Become informed and defend your freedoms.  This is a website for citizens by an independent citizen.

The politics of Healthcare need reform

The Grassley Test

Kim Strassel,  WSJ, Jul 17, 2009

Forget Max Baucus, Henry Waxman and Rahm Emanuel. If there's one guy who may hold the whole health-care world in his hands, it's Sen. Chuck Grassley. That ought to have President Barack Obama worried.

The Iowan has for months served as GOP point man on ObamaCare. He has an unusually tight relationship with his Democratic counterpart, Finance Committee Chairman Max Baucus. And he vowed early on that if there was a deal to be found, he'd find it.

That determination gave Republicans heartburn. Conservatives saw Mr. Obama's sweeping health ambitions, and saw no good coming from the Grassley-Baucus powwow. Fresh in their minds was Mr. Grassley's past work to expand the State Children's Health Insurance Program, which the left marked as its first big step toward greater government health care.

Mr. Baucus knows that most major sustainable legislative achievements -- from the Reagan tax cuts to welfare reform -- have had bipartisan support. Getting Mr. Grassley's imprimatur meant getting moderate Republicans, maybe even a sizable chunk of the GOP. It meant shoring up nervous Dems.  It meant a health reform that might last.

It also meant listening to Mr. Grassley. Committed as he's been to getting legislation, the Iowan has been clear on what he considers nonnegotiable. The White House and liberal Democrats have cavalierly ignored these parameters, vexing him greatly in the process. There are growing signs the Republican may exit the table. He won't have walked away; he'll have been shoved.

Mr. Grassley took President Obama at his word that the goal of this exercise was to lower costs and insure more Americans. But from the start he rejected the idea that this could be accomplished by government squeezing out the private market. At a White House health-care event in March, the Republican publicly warned that a government-run health insurance program -- the public option -- was an "unfair competitor" and a no-go.

In the spirit of compromise, he instead gravitated toward North Dakota Democrat Kent Conrad's proposal to set up a nonprofit cooperative to compete with private insurers. Savvy to stealth Democratic attempts to turn it into a de facto public option, he nonetheless issued ground rules about seeding it with government money and putting taxpayers on the hook if it fails. He wants no part of a "health-care Fannie Mae."

Along the way, Mr. Grassley delineated one other big requirement: Any bill had to be paid for from within the existing health-care system. No deficit spending. No Obama income tax hikes. An up-and-coming Tweeter, he reiterated his point Sunday, in response to House Ways and Means Chairman Charlie Rangel's proposed tax increases. "Chr Rangel wealthy 1pc make 27pc of total income pay 40pc of income tax U hv 5pc health care surtax How hi taxes go to satisfy u? Let's talk." Twitter shorthand aside, this is pretty clear.

Left to their camaraderie, Messrs. Baucus and Grassley might hammer this out. But Senate liberals, who never wanted compromise, are forcing Mr. Baucus to choose between their bread and Mr. Grassley's butter. The downward spiral began when Majority Leader Harry Reid, channeling the president, put the kibosh on Baucus-Grassley plans to pay for reform by taxing existing health benefits. The only quick and dirty way to fill the resulting $320 billion hole is with an income tax hike, which presumably loses Mr. Grassley. New York Sen. Chuck Schumer, senior member of the leadership and Finance Committee, is meanwhile making it his personal mission to develop precisely the sort of co-op that Mr. Grassley will detest.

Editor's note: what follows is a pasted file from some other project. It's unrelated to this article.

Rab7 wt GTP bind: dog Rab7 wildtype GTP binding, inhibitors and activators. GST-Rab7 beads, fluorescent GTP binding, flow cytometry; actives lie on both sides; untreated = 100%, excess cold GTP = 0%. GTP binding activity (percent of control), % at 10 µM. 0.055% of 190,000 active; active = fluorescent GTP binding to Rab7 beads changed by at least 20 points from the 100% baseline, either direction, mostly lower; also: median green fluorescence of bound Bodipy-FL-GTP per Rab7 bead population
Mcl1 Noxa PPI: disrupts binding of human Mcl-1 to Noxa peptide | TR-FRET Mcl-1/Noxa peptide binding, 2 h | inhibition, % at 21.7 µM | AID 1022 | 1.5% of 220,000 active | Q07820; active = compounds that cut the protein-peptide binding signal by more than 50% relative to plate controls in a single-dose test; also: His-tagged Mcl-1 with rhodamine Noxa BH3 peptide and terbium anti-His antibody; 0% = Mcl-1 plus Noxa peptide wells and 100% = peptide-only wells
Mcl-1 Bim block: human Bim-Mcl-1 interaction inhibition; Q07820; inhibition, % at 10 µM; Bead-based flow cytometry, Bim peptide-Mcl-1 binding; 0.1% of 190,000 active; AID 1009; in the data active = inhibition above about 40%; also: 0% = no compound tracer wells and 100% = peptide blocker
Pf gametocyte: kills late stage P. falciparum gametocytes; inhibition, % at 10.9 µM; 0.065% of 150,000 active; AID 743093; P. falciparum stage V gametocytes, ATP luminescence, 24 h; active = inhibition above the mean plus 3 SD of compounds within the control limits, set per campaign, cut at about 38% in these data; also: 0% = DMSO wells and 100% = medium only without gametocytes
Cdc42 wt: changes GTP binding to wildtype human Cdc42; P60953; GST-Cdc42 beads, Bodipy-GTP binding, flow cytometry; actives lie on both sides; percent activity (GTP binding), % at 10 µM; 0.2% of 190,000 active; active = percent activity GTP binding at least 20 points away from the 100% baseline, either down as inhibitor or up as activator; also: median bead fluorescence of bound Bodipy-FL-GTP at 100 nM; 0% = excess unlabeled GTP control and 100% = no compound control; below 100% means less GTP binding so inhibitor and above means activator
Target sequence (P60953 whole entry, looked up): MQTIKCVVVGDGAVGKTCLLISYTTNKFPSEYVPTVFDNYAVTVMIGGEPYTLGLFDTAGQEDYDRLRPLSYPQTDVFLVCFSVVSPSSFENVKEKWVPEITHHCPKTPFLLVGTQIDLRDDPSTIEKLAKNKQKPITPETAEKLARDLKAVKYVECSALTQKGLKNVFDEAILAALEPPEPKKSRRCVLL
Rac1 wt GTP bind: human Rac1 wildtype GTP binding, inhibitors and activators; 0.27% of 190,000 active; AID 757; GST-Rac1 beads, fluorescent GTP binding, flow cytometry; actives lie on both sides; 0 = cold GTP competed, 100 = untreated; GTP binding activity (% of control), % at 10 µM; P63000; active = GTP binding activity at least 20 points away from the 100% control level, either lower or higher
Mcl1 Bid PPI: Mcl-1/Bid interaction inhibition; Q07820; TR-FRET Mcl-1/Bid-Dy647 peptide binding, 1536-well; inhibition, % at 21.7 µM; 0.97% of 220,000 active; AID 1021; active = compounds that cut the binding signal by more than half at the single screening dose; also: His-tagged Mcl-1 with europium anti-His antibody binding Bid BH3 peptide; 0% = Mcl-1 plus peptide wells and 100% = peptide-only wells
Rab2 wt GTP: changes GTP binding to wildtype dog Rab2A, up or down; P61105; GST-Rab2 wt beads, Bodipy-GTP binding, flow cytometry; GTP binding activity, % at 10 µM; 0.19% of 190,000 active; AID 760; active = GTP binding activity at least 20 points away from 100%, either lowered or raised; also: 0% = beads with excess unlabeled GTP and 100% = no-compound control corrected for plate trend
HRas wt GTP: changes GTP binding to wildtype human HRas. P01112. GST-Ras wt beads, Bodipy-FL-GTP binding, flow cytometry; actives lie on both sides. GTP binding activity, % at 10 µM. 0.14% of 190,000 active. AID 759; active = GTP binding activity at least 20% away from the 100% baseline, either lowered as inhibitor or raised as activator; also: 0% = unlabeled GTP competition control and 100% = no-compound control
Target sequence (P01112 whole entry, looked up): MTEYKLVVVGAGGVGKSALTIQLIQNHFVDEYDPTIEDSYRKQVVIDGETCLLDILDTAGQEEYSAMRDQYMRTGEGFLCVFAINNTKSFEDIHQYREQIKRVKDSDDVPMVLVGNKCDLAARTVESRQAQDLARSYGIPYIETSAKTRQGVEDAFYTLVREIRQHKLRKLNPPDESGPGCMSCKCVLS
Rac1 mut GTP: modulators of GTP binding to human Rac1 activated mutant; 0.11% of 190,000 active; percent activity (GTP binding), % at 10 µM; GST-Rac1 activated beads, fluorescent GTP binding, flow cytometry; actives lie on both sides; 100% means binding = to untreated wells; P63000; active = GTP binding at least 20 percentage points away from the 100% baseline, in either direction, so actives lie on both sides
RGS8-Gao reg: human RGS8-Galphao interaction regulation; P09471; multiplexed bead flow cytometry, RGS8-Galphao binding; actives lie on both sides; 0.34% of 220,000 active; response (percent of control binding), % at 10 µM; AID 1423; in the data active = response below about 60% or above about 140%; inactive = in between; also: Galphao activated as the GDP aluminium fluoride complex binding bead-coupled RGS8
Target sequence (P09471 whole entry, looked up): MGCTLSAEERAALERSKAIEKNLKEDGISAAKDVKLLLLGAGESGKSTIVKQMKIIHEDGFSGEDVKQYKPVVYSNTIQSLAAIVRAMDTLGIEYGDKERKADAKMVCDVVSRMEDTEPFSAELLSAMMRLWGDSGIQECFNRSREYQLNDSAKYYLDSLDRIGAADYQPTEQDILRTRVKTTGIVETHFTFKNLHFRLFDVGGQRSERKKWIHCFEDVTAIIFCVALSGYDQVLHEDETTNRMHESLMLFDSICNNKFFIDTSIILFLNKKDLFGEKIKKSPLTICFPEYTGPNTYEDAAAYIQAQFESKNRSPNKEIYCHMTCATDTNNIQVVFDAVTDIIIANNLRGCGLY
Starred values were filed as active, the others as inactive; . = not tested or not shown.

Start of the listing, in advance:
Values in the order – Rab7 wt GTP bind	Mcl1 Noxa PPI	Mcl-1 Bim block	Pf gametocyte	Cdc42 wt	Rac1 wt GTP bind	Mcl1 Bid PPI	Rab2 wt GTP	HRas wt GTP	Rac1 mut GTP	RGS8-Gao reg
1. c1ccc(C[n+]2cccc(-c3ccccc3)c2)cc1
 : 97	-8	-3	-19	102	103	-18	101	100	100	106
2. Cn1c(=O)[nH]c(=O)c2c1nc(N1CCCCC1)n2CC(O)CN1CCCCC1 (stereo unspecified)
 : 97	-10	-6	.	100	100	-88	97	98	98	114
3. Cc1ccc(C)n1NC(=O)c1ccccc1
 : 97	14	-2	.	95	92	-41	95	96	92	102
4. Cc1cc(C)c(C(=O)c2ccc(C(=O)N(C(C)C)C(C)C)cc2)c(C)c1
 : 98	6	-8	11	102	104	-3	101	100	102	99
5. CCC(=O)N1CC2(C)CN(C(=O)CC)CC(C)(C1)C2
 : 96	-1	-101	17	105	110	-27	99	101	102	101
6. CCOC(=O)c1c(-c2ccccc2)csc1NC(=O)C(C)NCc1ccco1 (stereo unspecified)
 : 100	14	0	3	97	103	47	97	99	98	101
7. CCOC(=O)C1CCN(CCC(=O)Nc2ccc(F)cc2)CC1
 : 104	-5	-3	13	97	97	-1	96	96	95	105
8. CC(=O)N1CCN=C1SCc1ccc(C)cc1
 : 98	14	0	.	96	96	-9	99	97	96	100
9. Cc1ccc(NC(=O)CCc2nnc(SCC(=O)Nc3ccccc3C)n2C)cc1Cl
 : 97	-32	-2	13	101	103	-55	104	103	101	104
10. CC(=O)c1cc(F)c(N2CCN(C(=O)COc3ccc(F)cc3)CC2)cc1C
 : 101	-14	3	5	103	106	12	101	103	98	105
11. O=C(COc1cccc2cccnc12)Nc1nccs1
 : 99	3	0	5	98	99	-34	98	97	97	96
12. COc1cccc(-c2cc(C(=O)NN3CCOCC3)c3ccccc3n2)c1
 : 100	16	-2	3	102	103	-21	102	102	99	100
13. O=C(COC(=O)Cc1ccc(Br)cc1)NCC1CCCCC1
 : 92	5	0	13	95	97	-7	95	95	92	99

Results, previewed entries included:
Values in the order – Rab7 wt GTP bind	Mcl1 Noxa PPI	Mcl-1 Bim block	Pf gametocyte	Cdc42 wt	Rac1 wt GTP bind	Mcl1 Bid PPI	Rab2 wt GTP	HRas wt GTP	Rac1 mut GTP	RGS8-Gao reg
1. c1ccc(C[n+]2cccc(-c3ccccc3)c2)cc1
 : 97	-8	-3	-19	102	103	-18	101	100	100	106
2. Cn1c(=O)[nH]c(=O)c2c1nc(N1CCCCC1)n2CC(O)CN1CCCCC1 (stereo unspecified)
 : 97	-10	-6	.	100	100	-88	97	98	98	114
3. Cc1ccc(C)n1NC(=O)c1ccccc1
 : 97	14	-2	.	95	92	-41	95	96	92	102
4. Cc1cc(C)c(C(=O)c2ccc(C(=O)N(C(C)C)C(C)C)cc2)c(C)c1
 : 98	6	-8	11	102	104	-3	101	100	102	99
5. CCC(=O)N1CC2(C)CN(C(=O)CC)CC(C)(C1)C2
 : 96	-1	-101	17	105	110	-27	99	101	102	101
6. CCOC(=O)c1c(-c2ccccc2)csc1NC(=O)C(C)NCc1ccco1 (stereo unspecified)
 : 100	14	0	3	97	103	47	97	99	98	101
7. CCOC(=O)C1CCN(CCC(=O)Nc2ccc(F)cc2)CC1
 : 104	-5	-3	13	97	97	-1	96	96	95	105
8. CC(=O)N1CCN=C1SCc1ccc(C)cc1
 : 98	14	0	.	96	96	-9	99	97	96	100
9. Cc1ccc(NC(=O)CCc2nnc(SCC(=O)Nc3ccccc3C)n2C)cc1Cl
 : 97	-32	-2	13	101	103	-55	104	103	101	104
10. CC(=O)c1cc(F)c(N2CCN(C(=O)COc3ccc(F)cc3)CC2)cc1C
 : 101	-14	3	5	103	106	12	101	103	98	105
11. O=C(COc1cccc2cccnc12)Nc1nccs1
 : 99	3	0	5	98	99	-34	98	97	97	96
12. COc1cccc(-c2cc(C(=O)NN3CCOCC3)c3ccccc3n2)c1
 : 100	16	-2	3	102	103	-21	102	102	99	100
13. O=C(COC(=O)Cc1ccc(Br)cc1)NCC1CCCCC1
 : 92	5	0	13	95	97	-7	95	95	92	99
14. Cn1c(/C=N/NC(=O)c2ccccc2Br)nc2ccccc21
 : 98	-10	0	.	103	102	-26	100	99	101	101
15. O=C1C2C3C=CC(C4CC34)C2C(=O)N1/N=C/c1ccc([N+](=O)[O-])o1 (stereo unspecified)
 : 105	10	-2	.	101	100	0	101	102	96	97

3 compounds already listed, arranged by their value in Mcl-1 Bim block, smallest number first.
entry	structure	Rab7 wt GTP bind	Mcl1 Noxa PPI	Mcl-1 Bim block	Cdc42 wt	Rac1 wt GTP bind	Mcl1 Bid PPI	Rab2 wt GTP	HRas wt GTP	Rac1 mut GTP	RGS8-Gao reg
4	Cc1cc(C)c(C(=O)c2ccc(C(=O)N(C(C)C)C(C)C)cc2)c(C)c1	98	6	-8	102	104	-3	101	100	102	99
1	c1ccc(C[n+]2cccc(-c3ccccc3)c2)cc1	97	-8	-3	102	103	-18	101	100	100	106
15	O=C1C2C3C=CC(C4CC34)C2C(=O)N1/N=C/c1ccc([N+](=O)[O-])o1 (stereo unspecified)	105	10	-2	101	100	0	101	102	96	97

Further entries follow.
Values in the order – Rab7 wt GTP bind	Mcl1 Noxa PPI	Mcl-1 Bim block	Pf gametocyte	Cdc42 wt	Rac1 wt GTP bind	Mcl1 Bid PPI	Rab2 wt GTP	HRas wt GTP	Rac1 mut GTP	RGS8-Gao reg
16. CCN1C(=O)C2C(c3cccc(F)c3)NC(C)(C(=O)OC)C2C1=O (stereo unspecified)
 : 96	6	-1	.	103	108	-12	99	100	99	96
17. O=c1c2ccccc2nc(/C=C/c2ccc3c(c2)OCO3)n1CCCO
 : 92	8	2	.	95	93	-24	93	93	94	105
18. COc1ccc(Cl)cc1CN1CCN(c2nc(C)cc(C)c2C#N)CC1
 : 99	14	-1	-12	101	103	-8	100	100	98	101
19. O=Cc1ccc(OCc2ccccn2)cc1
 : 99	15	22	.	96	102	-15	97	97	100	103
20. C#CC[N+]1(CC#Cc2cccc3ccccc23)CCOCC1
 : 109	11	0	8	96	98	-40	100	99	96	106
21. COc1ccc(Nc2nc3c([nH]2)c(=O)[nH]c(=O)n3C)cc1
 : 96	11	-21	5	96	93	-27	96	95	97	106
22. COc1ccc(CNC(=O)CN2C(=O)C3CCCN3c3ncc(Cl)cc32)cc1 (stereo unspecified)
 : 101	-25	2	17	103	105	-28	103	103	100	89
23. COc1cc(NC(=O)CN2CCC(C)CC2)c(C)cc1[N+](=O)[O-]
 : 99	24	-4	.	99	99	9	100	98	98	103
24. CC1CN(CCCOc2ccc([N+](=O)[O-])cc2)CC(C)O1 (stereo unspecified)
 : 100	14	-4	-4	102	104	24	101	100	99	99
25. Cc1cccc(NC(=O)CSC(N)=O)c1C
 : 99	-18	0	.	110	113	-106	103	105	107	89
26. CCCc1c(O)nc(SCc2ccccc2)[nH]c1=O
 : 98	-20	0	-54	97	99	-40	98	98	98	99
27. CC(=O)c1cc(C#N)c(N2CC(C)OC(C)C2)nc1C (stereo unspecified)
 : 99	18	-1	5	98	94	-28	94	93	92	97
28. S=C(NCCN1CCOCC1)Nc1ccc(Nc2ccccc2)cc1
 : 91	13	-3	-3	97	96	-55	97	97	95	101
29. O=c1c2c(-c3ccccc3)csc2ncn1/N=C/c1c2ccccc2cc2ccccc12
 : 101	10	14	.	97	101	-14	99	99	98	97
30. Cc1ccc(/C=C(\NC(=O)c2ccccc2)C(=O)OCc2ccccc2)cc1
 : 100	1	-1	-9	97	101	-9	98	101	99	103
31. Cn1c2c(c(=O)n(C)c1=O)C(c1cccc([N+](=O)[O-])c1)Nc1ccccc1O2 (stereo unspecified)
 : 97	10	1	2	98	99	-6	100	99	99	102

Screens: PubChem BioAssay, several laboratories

The White House has unwisely needled the key Republican. Mr. Grassley takes his bipartisanship seriously and likes to note that he and Mr. Baucus craft proposals jointly, starting with a blank sheet of paper. On a recent Sunday talk show Obama adviser David Axelrod nonetheless feted a rival Senate bill, to which Chris Dodd had belatedly tacked a few minor Republican amendments, as bipartisan. The comment drew an unusually sharp Grassley rebuke that "Republicans are not going to be hoodwinked." Mr. Axelrod's ensuing boast that the White House is prepared to do this with Democratic votes alone has further tempted the Iowan to let them try.

The administration's rigid demand that Congress vote on bills before the August recess has now brought the issue to a breaking point. Mr. Grassley has condemned the artificial deadline, but Mr. Baucus is under pressure to produce. Should the Democrat put out a bill or schedule a hearing before settling with his counterpart, Mr. Grassley is likely to stop trying.

In anticipation, the White House has stepped up its Republican wooing (this week summoning Maine's Susan Collins, Alaska's Lisa Murkowski, Tennessee's Bob Corker and Georgia's Saxby Chambliss). Yet what Mr. Grassley can give, he can arguably take away. The sight of the Republican most committed to getting a deal being dissed by the White House and a maniacal Senate leadership will dissuade further GOP compromise.

Combined with the Congressional Budget Office's terrifying analyses of how much this will cost, and its pronouncement yesterday that none of the existing Democratic bills will cut federal health costs, a Grassley defection could even cost Mr. Obama Democrats.

Mr. Grassley goes his own way, and he may yet irk Republicans. But so far he's serving as a good litmus test of how committed the Democratic majority is to working with the other side.